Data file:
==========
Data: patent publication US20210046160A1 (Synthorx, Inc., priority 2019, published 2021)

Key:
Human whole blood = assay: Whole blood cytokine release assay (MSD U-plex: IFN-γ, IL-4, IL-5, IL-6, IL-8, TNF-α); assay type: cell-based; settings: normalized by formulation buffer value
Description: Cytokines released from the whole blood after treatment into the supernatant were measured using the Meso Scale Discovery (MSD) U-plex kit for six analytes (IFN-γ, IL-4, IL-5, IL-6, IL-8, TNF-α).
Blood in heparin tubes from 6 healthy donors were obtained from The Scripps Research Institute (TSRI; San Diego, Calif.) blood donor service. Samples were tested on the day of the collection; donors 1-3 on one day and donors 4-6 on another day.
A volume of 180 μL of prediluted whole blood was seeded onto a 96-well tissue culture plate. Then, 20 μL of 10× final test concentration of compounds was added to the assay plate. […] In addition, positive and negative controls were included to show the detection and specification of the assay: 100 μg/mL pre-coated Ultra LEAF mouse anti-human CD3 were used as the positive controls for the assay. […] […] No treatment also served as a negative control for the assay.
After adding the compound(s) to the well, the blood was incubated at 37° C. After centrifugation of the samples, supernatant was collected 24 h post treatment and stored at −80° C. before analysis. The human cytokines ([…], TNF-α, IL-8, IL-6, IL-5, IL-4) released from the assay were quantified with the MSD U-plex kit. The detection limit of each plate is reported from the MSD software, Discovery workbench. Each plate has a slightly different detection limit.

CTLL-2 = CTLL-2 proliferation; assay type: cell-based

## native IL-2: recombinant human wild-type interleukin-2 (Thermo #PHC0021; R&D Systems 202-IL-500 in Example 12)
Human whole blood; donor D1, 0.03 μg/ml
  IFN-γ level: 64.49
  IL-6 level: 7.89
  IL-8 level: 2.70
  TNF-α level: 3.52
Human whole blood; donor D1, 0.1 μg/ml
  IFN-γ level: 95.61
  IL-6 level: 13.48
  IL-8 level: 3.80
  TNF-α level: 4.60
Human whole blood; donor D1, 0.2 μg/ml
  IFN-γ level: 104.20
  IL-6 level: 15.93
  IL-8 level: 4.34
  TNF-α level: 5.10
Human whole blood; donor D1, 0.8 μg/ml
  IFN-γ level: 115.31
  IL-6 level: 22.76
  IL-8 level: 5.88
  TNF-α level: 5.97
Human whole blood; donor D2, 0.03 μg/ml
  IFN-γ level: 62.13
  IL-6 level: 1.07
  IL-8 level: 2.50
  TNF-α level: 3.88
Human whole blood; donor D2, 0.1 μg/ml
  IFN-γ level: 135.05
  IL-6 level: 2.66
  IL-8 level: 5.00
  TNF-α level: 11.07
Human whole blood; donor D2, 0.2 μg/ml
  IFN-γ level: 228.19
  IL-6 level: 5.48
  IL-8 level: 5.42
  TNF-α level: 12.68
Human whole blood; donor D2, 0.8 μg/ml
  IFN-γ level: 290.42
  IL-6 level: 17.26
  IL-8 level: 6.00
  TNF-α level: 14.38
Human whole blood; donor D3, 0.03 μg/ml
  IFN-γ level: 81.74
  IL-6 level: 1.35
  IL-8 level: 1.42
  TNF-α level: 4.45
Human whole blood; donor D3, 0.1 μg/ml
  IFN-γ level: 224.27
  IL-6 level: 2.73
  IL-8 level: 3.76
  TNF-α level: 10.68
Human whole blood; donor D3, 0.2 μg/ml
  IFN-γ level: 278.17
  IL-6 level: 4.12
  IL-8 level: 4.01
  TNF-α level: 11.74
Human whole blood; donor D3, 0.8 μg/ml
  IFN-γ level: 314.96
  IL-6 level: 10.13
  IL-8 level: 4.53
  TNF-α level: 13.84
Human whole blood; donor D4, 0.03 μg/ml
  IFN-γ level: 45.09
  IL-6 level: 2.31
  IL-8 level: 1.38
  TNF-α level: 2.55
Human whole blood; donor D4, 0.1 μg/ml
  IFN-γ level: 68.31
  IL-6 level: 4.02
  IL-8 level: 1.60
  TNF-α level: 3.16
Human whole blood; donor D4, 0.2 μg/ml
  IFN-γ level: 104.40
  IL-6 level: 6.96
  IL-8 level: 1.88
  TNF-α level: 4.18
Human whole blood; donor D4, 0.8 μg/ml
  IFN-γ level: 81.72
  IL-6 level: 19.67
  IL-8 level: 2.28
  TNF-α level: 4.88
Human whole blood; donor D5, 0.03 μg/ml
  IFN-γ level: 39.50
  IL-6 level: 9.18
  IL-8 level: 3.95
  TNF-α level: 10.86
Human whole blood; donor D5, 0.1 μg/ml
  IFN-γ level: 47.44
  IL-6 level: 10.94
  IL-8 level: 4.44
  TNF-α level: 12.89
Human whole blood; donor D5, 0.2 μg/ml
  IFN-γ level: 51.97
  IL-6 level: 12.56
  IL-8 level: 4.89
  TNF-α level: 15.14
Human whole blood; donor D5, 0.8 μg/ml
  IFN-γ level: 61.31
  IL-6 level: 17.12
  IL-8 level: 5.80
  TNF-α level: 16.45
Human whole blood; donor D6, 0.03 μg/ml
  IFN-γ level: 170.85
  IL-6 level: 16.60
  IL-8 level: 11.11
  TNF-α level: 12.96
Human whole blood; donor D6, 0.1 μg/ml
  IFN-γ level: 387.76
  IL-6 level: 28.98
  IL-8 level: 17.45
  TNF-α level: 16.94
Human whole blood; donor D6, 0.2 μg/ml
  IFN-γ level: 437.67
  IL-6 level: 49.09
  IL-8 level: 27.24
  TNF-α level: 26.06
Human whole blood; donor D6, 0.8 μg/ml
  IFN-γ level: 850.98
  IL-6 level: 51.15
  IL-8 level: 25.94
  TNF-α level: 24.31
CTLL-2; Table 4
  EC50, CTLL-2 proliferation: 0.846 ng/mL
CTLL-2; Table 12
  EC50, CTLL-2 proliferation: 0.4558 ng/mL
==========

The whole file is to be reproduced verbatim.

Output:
Data: patent publication US20210046160A1 (Synthorx, Inc., priority 2019, published 2021)

Key:
Human whole blood = assay: Whole blood cytokine release assay (MSD U-plex: IFN-γ, IL-4, IL-5, IL-6, IL-8, TNF-α); assay type: cell-based; settings: normalized by formulation buffer value
Description: Cytokines released from the whole blood after treatment into the supernatant were measured using the Meso Scale Discovery (MSD) U-plex kit for six analytes (IFN-γ, IL-4, IL-5, IL-6, IL-8, TNF-α).
Blood in heparin tubes from 6 healthy donors were obtained from The Scripps Research Institute (TSRI; San Diego, Calif.) blood donor service. Samples were tested on the day of the collection; donors 1-3 on one day and donors 4-6 on another day.
A volume of 180 μL of prediluted whole blood was seeded onto a 96-well tissue culture plate. Then, 20 μL of 10× final test concentration of compounds was added to the assay plate. […] In addition, positive and negative controls were included to show the detection and specification of the assay: 100 μg/mL pre-coated Ultra LEAF mouse anti-human CD3 were used as the positive controls for the assay. […] […] No treatment also served as a negative control for the assay.
After adding the compound(s) to the well, the blood was incubated at 37° C. After centrifugation of the samples, supernatant was collected 24 h post treatment and stored at −80° C. before analysis. The human cytokines ([…], TNF-α, IL-8, IL-6, IL-5, IL-4) released from the assay were quantified with the MSD U-plex kit. The detection limit of each plate is reported from the MSD software, Discovery workbench. Each plate has a slightly different detection limit.

CTLL-2 = CTLL-2 proliferation; assay type: cell-based

## native IL-2: recombinant human wild-type interleukin-2 (Thermo #PHC0021; R&D Systems 202-IL-500 in Example 12)
Human whole blood; donor D1, 0.03 μg/ml
  IFN-γ level: 64.49
  IL-6 level: 7.89
  IL-8 level: 2.70
  TNF-α level: 3.52
Human whole blood; donor D1, 0.1 μg/ml
  IFN-γ level: 95.61
  IL-6 level: 13.48
  IL-8 level: 3.80
  TNF-α level: 4.60
Human whole blood; donor D1, 0.2 μg/ml
  IFN-γ level: 104.20
  IL-6 level: 15.93
  IL-8 level: 4.34
  TNF-α level: 5.10
Human whole blood; donor D1, 0.8 μg/ml
  IFN-γ level: 115.31
  IL-6 level: 22.76
  IL-8 level: 5.88
  TNF-α level: 5.97
Human whole blood; donor D2, 0.03 μg/ml
  IFN-γ level: 62.13
  IL-6 level: 1.07
  IL-8 level: 2.50
  TNF-α level: 3.88
Human whole blood; donor D2, 0.1 μg/ml
  IFN-γ level: 135.05
  IL-6 level: 2.66
  IL-8 level: 5.00
  TNF-α level: 11.07
Human whole blood; donor D2, 0.2 μg/ml
  IFN-γ level: 228.19
  IL-6 level: 5.48
  IL-8 level: 5.42
  TNF-α level: 12.68
Human whole blood; donor D2, 0.8 μg/ml
  IFN-γ level: 290.42
  IL-6 level: 17.26
  IL-8 level: 6.00
  TNF-α level: 14.38
Human whole blood; donor D3, 0.03 μg/ml
  IFN-γ level: 81.74
  IL-6 level: 1.35
  IL-8 level: 1.42
  TNF-α level: 4.45
Human whole blood; donor D3, 0.1 μg/ml
  IFN-γ level: 224.27
  IL-6 level: 2.73
  IL-8 level: 3.76
  TNF-α level: 10.68
Human whole blood; donor D3, 0.2 μg/ml
  IFN-γ level: 278.17
  IL-6 level: 4.12
  IL-8 level: 4.01
  TNF-α level: 11.74
Human whole blood; donor D3, 0.8 μg/ml
  IFN-γ level: 314.96
  IL-6 level: 10.13
  IL-8 level: 4.53
  TNF-α level: 13.84
Human whole blood; donor D4, 0.03 μg/ml
  IFN-γ level: 45.09
  IL-6 level: 2.31
  IL-8 level: 1.38
  TNF-α level: 2.55
Human whole blood; donor D4, 0.1 μg/ml
  IFN-γ level: 68.31
  IL-6 level: 4.02
  IL-8 level: 1.60
  TNF-α level: 3.16
Human whole blood; donor D4, 0.2 μg/ml
  IFN-γ level: 104.40
  IL-6 level: 6.96
  IL-8 level: 1.88
  TNF-α level: 4.18
Human whole blood; donor D4, 0.8 μg/ml
  IFN-γ level: 81.72
  IL-6 level: 19.67
  IL-8 level: 2.28
  TNF-α level: 4.88
Human whole blood; donor D5, 0.03 μg/ml
  IFN-γ level: 39.50
  IL-6 level: 9.18
  IL-8 level: 3.95
  TNF-α level: 10.86
Human whole blood; donor D5, 0.1 μg/ml
  IFN-γ level: 47.44
  IL-6 level: 10.94
  IL-8 level: 4.44
  TNF-α level: 12.89
Human whole blood; donor D5, 0.2 μg/ml
  IFN-γ level: 51.97
  IL-6 level: 12.56
  IL-8 level: 4.89
  TNF-α level: 15.14
Human whole blood; donor D5, 0.8 μg/ml
  IFN-γ level: 61.31
  IL-6 level: 17.12
  IL-8 level: 5.80
  TNF-α level: 16.45
Human whole blood; donor D6, 0.03 μg/ml
  IFN-γ level: 170.85
  IL-6 level: 16.60
  IL-8 level: 11.11
  TNF-α level: 12.96
Human whole blood; donor D6, 0.1 μg/ml
  IFN-γ level: 387.76
  IL-6 level: 28.98
  IL-8 level: 17.45
  TNF-α level: 16.94
Human whole blood; donor D6, 0.2 μg/ml
  IFN-γ level: 437.67
  IL-6 level: 49.09
  IL-8 level: 27.24
  TNF-α level: 26.06
Human whole blood; donor D6, 0.8 μg/ml
  IFN-γ level: 850.98
  IL-6 level: 51.15
  IL-8 level: 25.94
  TNF-α level: 24.31
CTLL-2; Table 4
  EC50, CTLL-2 proliferation: 0.846 ng/mL
CTLL-2; Table 12
  EC50, CTLL-2 proliferation: 0.4558 ng/mL